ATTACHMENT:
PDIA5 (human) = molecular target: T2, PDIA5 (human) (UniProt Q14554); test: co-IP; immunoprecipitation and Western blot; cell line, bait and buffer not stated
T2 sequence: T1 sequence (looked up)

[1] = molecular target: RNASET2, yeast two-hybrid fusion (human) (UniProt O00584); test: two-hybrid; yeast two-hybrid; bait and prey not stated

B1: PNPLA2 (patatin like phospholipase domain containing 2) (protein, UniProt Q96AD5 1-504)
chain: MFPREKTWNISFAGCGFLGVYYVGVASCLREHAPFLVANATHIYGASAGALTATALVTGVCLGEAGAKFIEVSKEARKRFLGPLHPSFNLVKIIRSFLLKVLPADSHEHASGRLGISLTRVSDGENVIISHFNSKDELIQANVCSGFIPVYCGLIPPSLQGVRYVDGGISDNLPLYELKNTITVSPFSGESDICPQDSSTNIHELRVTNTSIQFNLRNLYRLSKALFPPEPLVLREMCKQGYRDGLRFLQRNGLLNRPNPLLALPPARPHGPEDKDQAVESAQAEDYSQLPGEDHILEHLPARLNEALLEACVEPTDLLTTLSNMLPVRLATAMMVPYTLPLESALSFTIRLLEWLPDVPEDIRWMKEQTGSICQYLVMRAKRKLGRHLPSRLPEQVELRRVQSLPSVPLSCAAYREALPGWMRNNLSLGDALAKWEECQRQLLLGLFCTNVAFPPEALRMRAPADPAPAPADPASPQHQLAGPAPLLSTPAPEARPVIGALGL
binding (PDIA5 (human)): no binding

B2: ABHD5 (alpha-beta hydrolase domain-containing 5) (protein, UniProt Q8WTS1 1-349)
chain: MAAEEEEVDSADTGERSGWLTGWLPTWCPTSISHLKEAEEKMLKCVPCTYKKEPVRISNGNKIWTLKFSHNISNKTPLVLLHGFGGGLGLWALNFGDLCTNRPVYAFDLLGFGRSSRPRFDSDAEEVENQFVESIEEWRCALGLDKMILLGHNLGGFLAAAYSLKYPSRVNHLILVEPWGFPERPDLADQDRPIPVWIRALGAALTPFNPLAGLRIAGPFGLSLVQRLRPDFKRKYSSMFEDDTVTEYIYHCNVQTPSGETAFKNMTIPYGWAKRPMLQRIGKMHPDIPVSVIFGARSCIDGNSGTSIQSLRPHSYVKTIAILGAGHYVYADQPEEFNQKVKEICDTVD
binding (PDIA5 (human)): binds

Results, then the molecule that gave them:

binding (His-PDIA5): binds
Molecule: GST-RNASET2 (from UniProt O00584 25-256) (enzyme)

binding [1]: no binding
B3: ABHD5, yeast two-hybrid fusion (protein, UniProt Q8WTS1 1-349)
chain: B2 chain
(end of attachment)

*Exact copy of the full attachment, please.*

PDIA5 (human) = molecular target: T2, PDIA5 (human) (UniProt Q14554); test: co-IP; immunoprecipitation and Western blot; cell line, bait and buffer not stated
T2 sequence: T1 sequence (looked up)

[1] = molecular target: RNASET2, yeast two-hybrid fusion (human) (UniProt O00584); test: two-hybrid; yeast two-hybrid; bait and prey not stated

B1: PNPLA2 (patatin like phospholipase domain containing 2) (protein, UniProt Q96AD5 1-504)
chain: MFPREKTWNISFAGCGFLGVYYVGVASCLREHAPFLVANATHIYGASAGALTATALVTGVCLGEAGAKFIEVSKEARKRFLGPLHPSFNLVKIIRSFLLKVLPADSHEHASGRLGISLTRVSDGENVIISHFNSKDELIQANVCSGFIPVYCGLIPPSLQGVRYVDGGISDNLPLYELKNTITVSPFSGESDICPQDSSTNIHELRVTNTSIQFNLRNLYRLSKALFPPEPLVLREMCKQGYRDGLRFLQRNGLLNRPNPLLALPPARPHGPEDKDQAVESAQAEDYSQLPGEDHILEHLPARLNEALLEACVEPTDLLTTLSNMLPVRLATAMMVPYTLPLESALSFTIRLLEWLPDVPEDIRWMKEQTGSICQYLVMRAKRKLGRHLPSRLPEQVELRRVQSLPSVPLSCAAYREALPGWMRNNLSLGDALAKWEECQRQLLLGLFCTNVAFPPEALRMRAPADPAPAPADPASPQHQLAGPAPLLSTPAPEARPVIGALGL
binding (PDIA5 (human)): no binding

B2: ABHD5 (alpha-beta hydrolase domain-containing 5) (protein, UniProt Q8WTS1 1-349)
chain: MAAEEEEVDSADTGERSGWLTGWLPTWCPTSISHLKEAEEKMLKCVPCTYKKEPVRISNGNKIWTLKFSHNISNKTPLVLLHGFGGGLGLWALNFGDLCTNRPVYAFDLLGFGRSSRPRFDSDAEEVENQFVESIEEWRCALGLDKMILLGHNLGGFLAAAYSLKYPSRVNHLILVEPWGFPERPDLADQDRPIPVWIRALGAALTPFNPLAGLRIAGPFGLSLVQRLRPDFKRKYSSMFEDDTVTEYIYHCNVQTPSGETAFKNMTIPYGWAKRPMLQRIGKMHPDIPVSVIFGARSCIDGNSGTSIQSLRPHSYVKTIAILGAGHYVYADQPEEFNQKVKEICDTVD
binding (PDIA5 (human)): binds

Results, then the molecule that gave them:

binding (His-PDIA5): binds
Molecule: GST-RNASET2 (from UniProt O00584 25-256) (enzyme)

binding [1]: no binding
B3: ABHD5, yeast two-hybrid fusion (protein, UniProt Q8WTS1 1-349)
chain: B2 chain